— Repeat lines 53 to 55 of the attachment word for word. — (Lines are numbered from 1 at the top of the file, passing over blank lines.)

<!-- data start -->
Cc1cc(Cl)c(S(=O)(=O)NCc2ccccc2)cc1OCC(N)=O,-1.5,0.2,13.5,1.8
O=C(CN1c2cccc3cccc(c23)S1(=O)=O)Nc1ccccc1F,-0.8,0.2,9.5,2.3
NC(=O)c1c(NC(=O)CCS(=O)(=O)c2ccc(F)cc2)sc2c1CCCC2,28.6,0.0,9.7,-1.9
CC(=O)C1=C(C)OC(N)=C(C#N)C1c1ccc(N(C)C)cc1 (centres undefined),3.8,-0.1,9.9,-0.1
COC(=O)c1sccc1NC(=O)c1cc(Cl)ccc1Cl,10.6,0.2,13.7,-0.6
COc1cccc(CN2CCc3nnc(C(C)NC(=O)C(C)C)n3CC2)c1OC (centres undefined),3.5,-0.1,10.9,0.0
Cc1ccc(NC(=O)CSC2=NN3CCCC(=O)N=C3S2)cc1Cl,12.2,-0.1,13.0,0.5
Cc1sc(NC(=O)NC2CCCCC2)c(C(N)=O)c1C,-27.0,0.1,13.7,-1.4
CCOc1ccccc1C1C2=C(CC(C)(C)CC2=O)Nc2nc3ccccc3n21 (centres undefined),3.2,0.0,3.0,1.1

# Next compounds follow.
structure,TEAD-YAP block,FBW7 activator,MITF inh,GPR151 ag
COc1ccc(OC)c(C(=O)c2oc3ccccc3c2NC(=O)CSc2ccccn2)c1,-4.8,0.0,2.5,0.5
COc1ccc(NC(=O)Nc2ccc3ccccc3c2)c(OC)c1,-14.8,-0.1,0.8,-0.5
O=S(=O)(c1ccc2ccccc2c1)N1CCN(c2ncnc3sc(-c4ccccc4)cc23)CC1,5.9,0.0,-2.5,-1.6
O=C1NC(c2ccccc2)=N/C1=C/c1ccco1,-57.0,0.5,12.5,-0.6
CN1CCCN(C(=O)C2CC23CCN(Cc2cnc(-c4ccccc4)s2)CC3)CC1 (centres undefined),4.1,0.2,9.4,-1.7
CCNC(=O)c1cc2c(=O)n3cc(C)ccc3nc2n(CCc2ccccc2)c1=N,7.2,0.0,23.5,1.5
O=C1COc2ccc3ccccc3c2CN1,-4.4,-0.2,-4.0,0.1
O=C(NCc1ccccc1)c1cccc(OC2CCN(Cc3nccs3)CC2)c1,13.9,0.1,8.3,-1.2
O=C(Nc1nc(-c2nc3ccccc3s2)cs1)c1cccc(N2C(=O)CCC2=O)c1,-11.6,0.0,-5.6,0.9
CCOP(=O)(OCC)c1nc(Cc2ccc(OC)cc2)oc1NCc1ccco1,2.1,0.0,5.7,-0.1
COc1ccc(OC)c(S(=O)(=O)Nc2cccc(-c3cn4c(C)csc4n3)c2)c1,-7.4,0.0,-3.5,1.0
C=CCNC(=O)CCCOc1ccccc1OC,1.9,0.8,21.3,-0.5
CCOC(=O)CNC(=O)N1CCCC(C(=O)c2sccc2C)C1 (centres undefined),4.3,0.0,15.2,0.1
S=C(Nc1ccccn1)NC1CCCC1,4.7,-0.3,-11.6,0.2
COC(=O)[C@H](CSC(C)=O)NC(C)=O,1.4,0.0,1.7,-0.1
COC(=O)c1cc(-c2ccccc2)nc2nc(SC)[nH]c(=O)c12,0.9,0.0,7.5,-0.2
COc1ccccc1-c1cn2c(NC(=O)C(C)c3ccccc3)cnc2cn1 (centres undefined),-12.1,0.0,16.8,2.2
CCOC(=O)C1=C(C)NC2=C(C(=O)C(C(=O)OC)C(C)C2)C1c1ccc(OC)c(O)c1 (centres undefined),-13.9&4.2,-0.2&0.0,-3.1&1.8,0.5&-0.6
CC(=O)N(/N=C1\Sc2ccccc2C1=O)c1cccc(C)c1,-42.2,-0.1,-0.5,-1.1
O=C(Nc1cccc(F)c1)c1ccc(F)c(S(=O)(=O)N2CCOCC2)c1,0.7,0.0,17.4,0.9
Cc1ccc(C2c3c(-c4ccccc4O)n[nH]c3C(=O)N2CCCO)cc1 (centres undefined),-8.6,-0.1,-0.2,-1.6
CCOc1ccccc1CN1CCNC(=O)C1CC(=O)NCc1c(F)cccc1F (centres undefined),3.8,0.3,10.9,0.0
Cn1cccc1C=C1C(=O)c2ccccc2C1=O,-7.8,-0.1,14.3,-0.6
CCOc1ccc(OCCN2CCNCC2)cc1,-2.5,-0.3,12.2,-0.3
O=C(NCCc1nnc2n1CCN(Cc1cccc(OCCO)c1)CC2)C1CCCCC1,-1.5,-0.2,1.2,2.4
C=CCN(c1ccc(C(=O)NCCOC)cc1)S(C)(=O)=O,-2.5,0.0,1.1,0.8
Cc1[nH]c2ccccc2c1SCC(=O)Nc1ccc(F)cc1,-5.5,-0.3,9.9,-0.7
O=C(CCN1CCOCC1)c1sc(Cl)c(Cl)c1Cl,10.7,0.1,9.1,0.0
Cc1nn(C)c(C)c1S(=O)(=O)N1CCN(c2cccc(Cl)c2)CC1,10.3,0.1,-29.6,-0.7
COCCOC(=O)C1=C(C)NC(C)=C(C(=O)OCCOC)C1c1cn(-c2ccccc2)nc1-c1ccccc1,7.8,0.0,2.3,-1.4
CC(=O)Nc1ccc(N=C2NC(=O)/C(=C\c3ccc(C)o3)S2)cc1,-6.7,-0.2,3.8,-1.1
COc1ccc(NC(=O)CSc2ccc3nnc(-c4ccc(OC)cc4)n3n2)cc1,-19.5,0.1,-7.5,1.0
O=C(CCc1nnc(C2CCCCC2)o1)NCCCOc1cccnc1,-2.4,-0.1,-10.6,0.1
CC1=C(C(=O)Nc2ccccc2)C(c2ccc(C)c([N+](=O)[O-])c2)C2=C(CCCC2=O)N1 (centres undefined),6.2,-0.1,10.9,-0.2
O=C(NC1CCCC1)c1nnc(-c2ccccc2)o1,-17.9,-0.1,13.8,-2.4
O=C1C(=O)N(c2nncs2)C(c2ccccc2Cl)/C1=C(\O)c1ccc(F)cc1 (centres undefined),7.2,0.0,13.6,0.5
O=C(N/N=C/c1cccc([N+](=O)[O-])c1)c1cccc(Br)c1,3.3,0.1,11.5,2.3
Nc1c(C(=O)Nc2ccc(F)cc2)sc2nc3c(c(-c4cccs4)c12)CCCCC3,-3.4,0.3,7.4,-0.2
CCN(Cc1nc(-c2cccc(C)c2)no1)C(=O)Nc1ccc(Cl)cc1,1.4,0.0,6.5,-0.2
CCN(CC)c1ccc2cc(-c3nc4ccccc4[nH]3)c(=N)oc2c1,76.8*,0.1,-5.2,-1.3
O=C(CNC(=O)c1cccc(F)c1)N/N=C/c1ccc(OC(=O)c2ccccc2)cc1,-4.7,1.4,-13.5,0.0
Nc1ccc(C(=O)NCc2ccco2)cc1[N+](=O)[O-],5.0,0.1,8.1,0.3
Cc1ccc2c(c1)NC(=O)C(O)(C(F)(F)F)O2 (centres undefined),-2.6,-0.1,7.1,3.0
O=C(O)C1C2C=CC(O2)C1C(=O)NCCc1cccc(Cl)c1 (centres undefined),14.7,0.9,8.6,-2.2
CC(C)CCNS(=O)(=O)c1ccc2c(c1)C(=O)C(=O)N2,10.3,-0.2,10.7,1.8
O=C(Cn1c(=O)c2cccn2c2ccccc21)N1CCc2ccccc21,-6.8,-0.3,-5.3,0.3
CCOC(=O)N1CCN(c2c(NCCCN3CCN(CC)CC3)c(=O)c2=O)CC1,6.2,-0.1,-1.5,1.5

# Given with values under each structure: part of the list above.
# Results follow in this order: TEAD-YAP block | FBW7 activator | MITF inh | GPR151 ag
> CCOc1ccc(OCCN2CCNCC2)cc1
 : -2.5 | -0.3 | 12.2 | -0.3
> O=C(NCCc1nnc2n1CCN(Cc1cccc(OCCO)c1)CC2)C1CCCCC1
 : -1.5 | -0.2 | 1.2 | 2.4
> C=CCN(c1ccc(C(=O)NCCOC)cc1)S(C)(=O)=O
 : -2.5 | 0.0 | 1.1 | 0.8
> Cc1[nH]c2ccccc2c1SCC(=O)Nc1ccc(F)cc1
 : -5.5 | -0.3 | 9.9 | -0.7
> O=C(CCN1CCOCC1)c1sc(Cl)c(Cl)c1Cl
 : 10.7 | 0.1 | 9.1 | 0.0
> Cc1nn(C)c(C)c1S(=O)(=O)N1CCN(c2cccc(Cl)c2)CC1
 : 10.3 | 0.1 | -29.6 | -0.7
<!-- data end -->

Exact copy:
Nc1ccc(C(=O)NCc2ccco2)cc1[N+](=O)[O-],5.0,0.1,8.1,0.3
Cc1ccc2c(c1)NC(=O)C(O)(C(F)(F)F)O2 (centres undefined),-2.6,-0.1,7.1,3.0
O=C(O)C1C2C=CC(O2)C1C(=O)NCCc1cccc(Cl)c1 (centres undefined),14.7,0.9,8.6,-2.2